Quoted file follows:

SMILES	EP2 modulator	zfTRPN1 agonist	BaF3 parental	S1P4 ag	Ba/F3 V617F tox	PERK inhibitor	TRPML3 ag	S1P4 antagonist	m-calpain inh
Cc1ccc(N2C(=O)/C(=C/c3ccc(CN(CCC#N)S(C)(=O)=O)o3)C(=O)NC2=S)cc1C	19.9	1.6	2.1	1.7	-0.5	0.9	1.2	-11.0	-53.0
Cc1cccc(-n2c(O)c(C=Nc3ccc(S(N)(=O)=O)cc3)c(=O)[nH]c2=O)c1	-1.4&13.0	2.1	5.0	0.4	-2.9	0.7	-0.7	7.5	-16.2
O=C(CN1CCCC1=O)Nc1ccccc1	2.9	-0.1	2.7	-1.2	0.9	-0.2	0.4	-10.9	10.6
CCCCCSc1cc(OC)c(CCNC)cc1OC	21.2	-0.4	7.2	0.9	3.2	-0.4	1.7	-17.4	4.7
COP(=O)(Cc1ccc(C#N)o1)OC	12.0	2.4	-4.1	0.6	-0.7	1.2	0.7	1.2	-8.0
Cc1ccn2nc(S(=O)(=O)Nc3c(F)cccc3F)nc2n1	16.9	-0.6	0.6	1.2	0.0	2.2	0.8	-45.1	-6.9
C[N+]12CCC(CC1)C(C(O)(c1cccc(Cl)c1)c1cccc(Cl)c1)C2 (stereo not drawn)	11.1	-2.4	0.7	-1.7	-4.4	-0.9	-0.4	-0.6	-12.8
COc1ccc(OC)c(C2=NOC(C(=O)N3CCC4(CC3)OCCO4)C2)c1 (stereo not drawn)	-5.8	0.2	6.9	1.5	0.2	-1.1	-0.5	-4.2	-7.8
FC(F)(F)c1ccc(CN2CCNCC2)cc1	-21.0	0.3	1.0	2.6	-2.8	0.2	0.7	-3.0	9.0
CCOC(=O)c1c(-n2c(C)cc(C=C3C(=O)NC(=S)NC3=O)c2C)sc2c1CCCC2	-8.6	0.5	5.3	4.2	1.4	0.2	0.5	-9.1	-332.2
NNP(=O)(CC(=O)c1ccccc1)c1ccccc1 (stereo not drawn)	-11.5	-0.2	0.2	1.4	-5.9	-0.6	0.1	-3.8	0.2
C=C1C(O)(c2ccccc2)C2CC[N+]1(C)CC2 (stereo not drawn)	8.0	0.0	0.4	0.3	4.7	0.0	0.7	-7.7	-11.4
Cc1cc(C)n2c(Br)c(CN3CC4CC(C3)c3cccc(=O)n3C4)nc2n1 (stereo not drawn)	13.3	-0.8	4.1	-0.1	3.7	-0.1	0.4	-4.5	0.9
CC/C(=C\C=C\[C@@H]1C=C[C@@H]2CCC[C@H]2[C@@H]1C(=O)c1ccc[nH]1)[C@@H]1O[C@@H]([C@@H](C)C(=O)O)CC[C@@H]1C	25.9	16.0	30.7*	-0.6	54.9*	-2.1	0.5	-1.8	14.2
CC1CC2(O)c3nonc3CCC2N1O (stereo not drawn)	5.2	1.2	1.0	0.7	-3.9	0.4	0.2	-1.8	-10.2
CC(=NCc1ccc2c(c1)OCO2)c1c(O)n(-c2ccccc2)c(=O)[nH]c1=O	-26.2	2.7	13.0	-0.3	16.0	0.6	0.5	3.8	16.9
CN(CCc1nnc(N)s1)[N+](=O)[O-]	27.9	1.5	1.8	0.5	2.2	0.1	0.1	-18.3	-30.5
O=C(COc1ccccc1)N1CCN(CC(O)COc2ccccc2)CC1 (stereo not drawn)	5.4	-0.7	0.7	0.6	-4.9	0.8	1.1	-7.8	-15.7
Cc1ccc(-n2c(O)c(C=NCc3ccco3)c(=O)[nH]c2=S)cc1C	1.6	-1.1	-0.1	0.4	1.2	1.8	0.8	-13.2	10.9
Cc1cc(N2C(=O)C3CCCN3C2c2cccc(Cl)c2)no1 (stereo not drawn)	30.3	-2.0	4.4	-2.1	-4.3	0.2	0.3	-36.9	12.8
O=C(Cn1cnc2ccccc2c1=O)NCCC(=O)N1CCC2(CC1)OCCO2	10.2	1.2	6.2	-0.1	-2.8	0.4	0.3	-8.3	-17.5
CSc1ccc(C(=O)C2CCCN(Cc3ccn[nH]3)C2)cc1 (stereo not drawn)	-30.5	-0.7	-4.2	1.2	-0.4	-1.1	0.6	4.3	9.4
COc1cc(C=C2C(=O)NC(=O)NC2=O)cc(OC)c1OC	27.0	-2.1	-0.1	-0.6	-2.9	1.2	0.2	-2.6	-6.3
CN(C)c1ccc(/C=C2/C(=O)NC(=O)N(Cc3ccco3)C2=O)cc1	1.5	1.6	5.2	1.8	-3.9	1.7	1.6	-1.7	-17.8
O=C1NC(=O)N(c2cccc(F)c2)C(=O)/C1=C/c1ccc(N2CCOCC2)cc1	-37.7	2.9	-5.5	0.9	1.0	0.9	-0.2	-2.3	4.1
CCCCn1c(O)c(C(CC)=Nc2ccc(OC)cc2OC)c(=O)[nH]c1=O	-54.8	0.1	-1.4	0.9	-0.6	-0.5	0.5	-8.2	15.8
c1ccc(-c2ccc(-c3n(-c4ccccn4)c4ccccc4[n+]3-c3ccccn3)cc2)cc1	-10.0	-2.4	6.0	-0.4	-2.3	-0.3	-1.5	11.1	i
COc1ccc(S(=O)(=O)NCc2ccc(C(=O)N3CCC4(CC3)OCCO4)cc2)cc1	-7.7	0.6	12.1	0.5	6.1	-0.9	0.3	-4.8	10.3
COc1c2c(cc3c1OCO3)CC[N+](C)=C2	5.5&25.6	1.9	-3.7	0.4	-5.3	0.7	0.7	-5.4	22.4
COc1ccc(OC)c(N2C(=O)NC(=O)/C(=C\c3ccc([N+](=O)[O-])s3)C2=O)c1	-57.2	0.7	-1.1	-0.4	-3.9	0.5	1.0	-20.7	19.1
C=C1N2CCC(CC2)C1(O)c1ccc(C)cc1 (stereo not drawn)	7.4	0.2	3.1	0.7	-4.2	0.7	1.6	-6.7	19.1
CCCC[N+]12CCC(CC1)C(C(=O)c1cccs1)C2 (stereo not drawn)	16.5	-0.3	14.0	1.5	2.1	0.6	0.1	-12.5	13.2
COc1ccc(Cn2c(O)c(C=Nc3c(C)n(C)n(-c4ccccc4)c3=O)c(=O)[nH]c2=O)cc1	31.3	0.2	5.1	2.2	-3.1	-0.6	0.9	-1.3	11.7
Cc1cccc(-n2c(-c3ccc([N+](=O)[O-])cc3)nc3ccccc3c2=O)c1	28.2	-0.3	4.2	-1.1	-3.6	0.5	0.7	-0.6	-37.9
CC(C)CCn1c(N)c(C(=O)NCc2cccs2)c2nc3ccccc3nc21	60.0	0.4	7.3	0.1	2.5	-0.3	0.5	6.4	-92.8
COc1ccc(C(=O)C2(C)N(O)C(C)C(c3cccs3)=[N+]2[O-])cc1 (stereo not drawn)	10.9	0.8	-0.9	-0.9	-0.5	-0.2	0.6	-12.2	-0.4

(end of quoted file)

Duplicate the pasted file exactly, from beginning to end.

SMILES	EP2 modulator	zfTRPN1 agonist	BaF3 parental	S1P4 ag	Ba/F3 V617F tox	PERK inhibitor	TRPML3 ag	S1P4 antagonist	m-calpain inh
Cc1ccc(N2C(=O)/C(=C/c3ccc(CN(CCC#N)S(C)(=O)=O)o3)C(=O)NC2=S)cc1C	19.9	1.6	2.1	1.7	-0.5	0.9	1.2	-11.0	-53.0
Cc1cccc(-n2c(O)c(C=Nc3ccc(S(N)(=O)=O)cc3)c(=O)[nH]c2=O)c1	-1.4&13.0	2.1	5.0	0.4	-2.9	0.7	-0.7	7.5	-16.2
O=C(CN1CCCC1=O)Nc1ccccc1	2.9	-0.1	2.7	-1.2	0.9	-0.2	0.4	-10.9	10.6
CCCCCSc1cc(OC)c(CCNC)cc1OC	21.2	-0.4	7.2	0.9	3.2	-0.4	1.7	-17.4	4.7
COP(=O)(Cc1ccc(C#N)o1)OC	12.0	2.4	-4.1	0.6	-0.7	1.2	0.7	1.2	-8.0
Cc1ccn2nc(S(=O)(=O)Nc3c(F)cccc3F)nc2n1	16.9	-0.6	0.6	1.2	0.0	2.2	0.8	-45.1	-6.9
C[N+]12CCC(CC1)C(C(O)(c1cccc(Cl)c1)c1cccc(Cl)c1)C2 (stereo not drawn)	11.1	-2.4	0.7	-1.7	-4.4	-0.9	-0.4	-0.6	-12.8
COc1ccc(OC)c(C2=NOC(C(=O)N3CCC4(CC3)OCCO4)C2)c1 (stereo not drawn)	-5.8	0.2	6.9	1.5	0.2	-1.1	-0.5	-4.2	-7.8
FC(F)(F)c1ccc(CN2CCNCC2)cc1	-21.0	0.3	1.0	2.6	-2.8	0.2	0.7	-3.0	9.0
CCOC(=O)c1c(-n2c(C)cc(C=C3C(=O)NC(=S)NC3=O)c2C)sc2c1CCCC2	-8.6	0.5	5.3	4.2	1.4	0.2	0.5	-9.1	-332.2
NNP(=O)(CC(=O)c1ccccc1)c1ccccc1 (stereo not drawn)	-11.5	-0.2	0.2	1.4	-5.9	-0.6	0.1	-3.8	0.2
C=C1C(O)(c2ccccc2)C2CC[N+]1(C)CC2 (stereo not drawn)	8.0	0.0	0.4	0.3	4.7	0.0	0.7	-7.7	-11.4
Cc1cc(C)n2c(Br)c(CN3CC4CC(C3)c3cccc(=O)n3C4)nc2n1 (stereo not drawn)	13.3	-0.8	4.1	-0.1	3.7	-0.1	0.4	-4.5	0.9
CC/C(=C\C=C\[C@@H]1C=C[C@@H]2CCC[C@H]2[C@@H]1C(=O)c1ccc[nH]1)[C@@H]1O[C@@H]([C@@H](C)C(=O)O)CC[C@@H]1C	25.9	16.0	30.7*	-0.6	54.9*	-2.1	0.5	-1.8	14.2
CC1CC2(O)c3nonc3CCC2N1O (stereo not drawn)	5.2	1.2	1.0	0.7	-3.9	0.4	0.2	-1.8	-10.2
CC(=NCc1ccc2c(c1)OCO2)c1c(O)n(-c2ccccc2)c(=O)[nH]c1=O	-26.2	2.7	13.0	-0.3	16.0	0.6	0.5	3.8	16.9
CN(CCc1nnc(N)s1)[N+](=O)[O-]	27.9	1.5	1.8	0.5	2.2	0.1	0.1	-18.3	-30.5
O=C(COc1ccccc1)N1CCN(CC(O)COc2ccccc2)CC1 (stereo not drawn)	5.4	-0.7	0.7	0.6	-4.9	0.8	1.1	-7.8	-15.7
Cc1ccc(-n2c(O)c(C=NCc3ccco3)c(=O)[nH]c2=S)cc1C	1.6	-1.1	-0.1	0.4	1.2	1.8	0.8	-13.2	10.9
Cc1cc(N2C(=O)C3CCCN3C2c2cccc(Cl)c2)no1 (stereo not drawn)	30.3	-2.0	4.4	-2.1	-4.3	0.2	0.3	-36.9	12.8
O=C(Cn1cnc2ccccc2c1=O)NCCC(=O)N1CCC2(CC1)OCCO2	10.2	1.2	6.2	-0.1	-2.8	0.4	0.3	-8.3	-17.5
CSc1ccc(C(=O)C2CCCN(Cc3ccn[nH]3)C2)cc1 (stereo not drawn)	-30.5	-0.7	-4.2	1.2	-0.4	-1.1	0.6	4.3	9.4
COc1cc(C=C2C(=O)NC(=O)NC2=O)cc(OC)c1OC	27.0	-2.1	-0.1	-0.6	-2.9	1.2	0.2	-2.6	-6.3
CN(C)c1ccc(/C=C2/C(=O)NC(=O)N(Cc3ccco3)C2=O)cc1	1.5	1.6	5.2	1.8	-3.9	1.7	1.6	-1.7	-17.8
O=C1NC(=O)N(c2cccc(F)c2)C(=O)/C1=C/c1ccc(N2CCOCC2)cc1	-37.7	2.9	-5.5	0.9	1.0	0.9	-0.2	-2.3	4.1
CCCCn1c(O)c(C(CC)=Nc2ccc(OC)cc2OC)c(=O)[nH]c1=O	-54.8	0.1	-1.4	0.9	-0.6	-0.5	0.5	-8.2	15.8
c1ccc(-c2ccc(-c3n(-c4ccccn4)c4ccccc4[n+]3-c3ccccn3)cc2)cc1	-10.0	-2.4	6.0	-0.4	-2.3	-0.3	-1.5	11.1	i
COc1ccc(S(=O)(=O)NCc2ccc(C(=O)N3CCC4(CC3)OCCO4)cc2)cc1	-7.7	0.6	12.1	0.5	6.1	-0.9	0.3	-4.8	10.3
COc1c2c(cc3c1OCO3)CC[N+](C)=C2	5.5&25.6	1.9	-3.7	0.4	-5.3	0.7	0.7	-5.4	22.4
COc1ccc(OC)c(N2C(=O)NC(=O)/C(=C\c3ccc([N+](=O)[O-])s3)C2=O)c1	-57.2	0.7	-1.1	-0.4	-3.9	0.5	1.0	-20.7	19.1
C=C1N2CCC(CC2)C1(O)c1ccc(C)cc1 (stereo not drawn)	7.4	0.2	3.1	0.7	-4.2	0.7	1.6	-6.7	19.1
CCCC[N+]12CCC(CC1)C(C(=O)c1cccs1)C2 (stereo not drawn)	16.5	-0.3	14.0	1.5	2.1	0.6	0.1	-12.5	13.2
COc1ccc(Cn2c(O)c(C=Nc3c(C)n(C)n(-c4ccccc4)c3=O)c(=O)[nH]c2=O)cc1	31.3	0.2	5.1	2.2	-3.1	-0.6	0.9	-1.3	11.7
Cc1cccc(-n2c(-c3ccc([N+](=O)[O-])cc3)nc3ccccc3c2=O)c1	28.2	-0.3	4.2	-1.1	-3.6	0.5	0.7	-0.6	-37.9
CC(C)CCn1c(N)c(C(=O)NCc2cccs2)c2nc3ccccc3nc21	60.0	0.4	7.3	0.1	2.5	-0.3	0.5	6.4	-92.8
COc1ccc(C(=O)C2(C)N(O)C(C)C(c3cccs3)=[N+]2[O-])cc1 (stereo not drawn)	10.9	0.8	-0.9	-0.9	-0.5	-0.2	0.6	-12.2	-0.4